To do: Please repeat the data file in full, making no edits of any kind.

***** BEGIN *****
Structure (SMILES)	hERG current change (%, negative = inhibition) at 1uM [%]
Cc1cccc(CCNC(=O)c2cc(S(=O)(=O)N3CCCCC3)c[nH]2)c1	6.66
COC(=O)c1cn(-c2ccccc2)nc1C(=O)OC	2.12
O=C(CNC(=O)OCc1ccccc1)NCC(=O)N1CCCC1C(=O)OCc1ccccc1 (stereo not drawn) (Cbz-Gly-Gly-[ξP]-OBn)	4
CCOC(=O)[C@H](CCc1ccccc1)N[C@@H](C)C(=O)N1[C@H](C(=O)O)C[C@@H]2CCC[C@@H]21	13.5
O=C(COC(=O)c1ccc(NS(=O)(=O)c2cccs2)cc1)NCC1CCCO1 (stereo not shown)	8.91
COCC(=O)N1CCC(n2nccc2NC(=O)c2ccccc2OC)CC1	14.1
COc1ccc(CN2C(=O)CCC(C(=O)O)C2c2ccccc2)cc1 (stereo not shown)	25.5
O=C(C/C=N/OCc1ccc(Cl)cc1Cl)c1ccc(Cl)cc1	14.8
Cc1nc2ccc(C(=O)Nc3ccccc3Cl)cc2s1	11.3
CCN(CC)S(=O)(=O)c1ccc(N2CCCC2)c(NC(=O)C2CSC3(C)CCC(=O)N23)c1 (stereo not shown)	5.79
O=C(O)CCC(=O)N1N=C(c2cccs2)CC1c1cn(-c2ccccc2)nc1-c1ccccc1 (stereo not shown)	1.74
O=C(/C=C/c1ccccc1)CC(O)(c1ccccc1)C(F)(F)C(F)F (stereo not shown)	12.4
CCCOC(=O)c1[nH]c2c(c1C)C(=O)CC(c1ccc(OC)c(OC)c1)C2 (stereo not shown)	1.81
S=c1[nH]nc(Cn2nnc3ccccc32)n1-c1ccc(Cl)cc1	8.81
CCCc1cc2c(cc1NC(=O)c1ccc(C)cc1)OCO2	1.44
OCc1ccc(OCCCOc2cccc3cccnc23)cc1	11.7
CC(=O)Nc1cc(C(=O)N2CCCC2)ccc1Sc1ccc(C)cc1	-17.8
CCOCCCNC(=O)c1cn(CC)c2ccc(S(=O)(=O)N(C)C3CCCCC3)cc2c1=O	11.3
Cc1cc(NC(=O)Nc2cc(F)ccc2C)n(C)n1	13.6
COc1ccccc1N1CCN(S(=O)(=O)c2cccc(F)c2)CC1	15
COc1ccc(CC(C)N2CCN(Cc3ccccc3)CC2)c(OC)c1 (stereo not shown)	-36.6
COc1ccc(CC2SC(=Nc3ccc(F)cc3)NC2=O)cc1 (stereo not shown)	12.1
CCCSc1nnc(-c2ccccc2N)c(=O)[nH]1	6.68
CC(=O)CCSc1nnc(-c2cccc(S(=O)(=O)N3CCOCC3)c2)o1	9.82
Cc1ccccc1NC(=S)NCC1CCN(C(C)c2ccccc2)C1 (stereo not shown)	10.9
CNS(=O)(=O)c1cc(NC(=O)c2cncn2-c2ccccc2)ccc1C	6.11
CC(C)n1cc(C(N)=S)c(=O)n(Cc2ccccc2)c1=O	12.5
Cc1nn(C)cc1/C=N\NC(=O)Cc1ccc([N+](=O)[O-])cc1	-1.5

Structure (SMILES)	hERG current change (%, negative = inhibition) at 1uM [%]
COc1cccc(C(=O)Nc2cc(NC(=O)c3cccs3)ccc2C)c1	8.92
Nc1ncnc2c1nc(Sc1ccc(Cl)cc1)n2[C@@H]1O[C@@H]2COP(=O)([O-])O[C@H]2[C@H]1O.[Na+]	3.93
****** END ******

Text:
Structure (SMILES)	hERG current change (%, negative = inhibition) at 1uM [%]
Cc1cccc(CCNC(=O)c2cc(S(=O)(=O)N3CCCCC3)c[nH]2)c1	6.66
COC(=O)c1cn(-c2ccccc2)nc1C(=O)OC	2.12
O=C(CNC(=O)OCc1ccccc1)NCC(=O)N1CCCC1C(=O)OCc1ccccc1 (stereo not drawn) (Cbz-Gly-Gly-[ξP]-OBn)	4
CCOC(=O)[C@H](CCc1ccccc1)N[C@@H](C)C(=O)N1[C@H](C(=O)O)C[C@@H]2CCC[C@@H]21	13.5
O=C(COC(=O)c1ccc(NS(=O)(=O)c2cccs2)cc1)NCC1CCCO1 (stereo not shown)	8.91
COCC(=O)N1CCC(n2nccc2NC(=O)c2ccccc2OC)CC1	14.1
COc1ccc(CN2C(=O)CCC(C(=O)O)C2c2ccccc2)cc1 (stereo not shown)	25.5
O=C(C/C=N/OCc1ccc(Cl)cc1Cl)c1ccc(Cl)cc1	14.8
Cc1nc2ccc(C(=O)Nc3ccccc3Cl)cc2s1	11.3
CCN(CC)S(=O)(=O)c1ccc(N2CCCC2)c(NC(=O)C2CSC3(C)CCC(=O)N23)c1 (stereo not shown)	5.79
O=C(O)CCC(=O)N1N=C(c2cccs2)CC1c1cn(-c2ccccc2)nc1-c1ccccc1 (stereo not shown)	1.74
O=C(/C=C/c1ccccc1)CC(O)(c1ccccc1)C(F)(F)C(F)F (stereo not shown)	12.4
CCCOC(=O)c1[nH]c2c(c1C)C(=O)CC(c1ccc(OC)c(OC)c1)C2 (stereo not shown)	1.81
S=c1[nH]nc(Cn2nnc3ccccc32)n1-c1ccc(Cl)cc1	8.81
CCCc1cc2c(cc1NC(=O)c1ccc(C)cc1)OCO2	1.44
OCc1ccc(OCCCOc2cccc3cccnc23)cc1	11.7
CC(=O)Nc1cc(C(=O)N2CCCC2)ccc1Sc1ccc(C)cc1	-17.8
CCOCCCNC(=O)c1cn(CC)c2ccc(S(=O)(=O)N(C)C3CCCCC3)cc2c1=O	11.3
Cc1cc(NC(=O)Nc2cc(F)ccc2C)n(C)n1	13.6
COc1ccccc1N1CCN(S(=O)(=O)c2cccc(F)c2)CC1	15
COc1ccc(CC(C)N2CCN(Cc3ccccc3)CC2)c(OC)c1 (stereo not shown)	-36.6
COc1ccc(CC2SC(=Nc3ccc(F)cc3)NC2=O)cc1 (stereo not shown)	12.1
CCCSc1nnc(-c2ccccc2N)c(=O)[nH]1	6.68
CC(=O)CCSc1nnc(-c2cccc(S(=O)(=O)N3CCOCC3)c2)o1	9.82
Cc1ccccc1NC(=S)NCC1CCN(C(C)c2ccccc2)C1 (stereo not shown)	10.9
CNS(=O)(=O)c1cc(NC(=O)c2cncn2-c2ccccc2)ccc1C	6.11
CC(C)n1cc(C(N)=S)c(=O)n(Cc2ccccc2)c1=O	12.5
Cc1nn(C)cc1/C=N\NC(=O)Cc1ccc([N+](=O)[O-])cc1	-1.5

Structure (SMILES)	hERG current change (%, negative = inhibition) at 1uM [%]
COc1cccc(C(=O)Nc2cc(NC(=O)c3cccs3)ccc2C)c1	8.92
Nc1ncnc2c1nc(Sc1ccc(Cl)cc1)n2[C@@H]1O[C@@H]2COP(=O)([O-])O[C@H]2[C@H]1O.[Na+]	3.93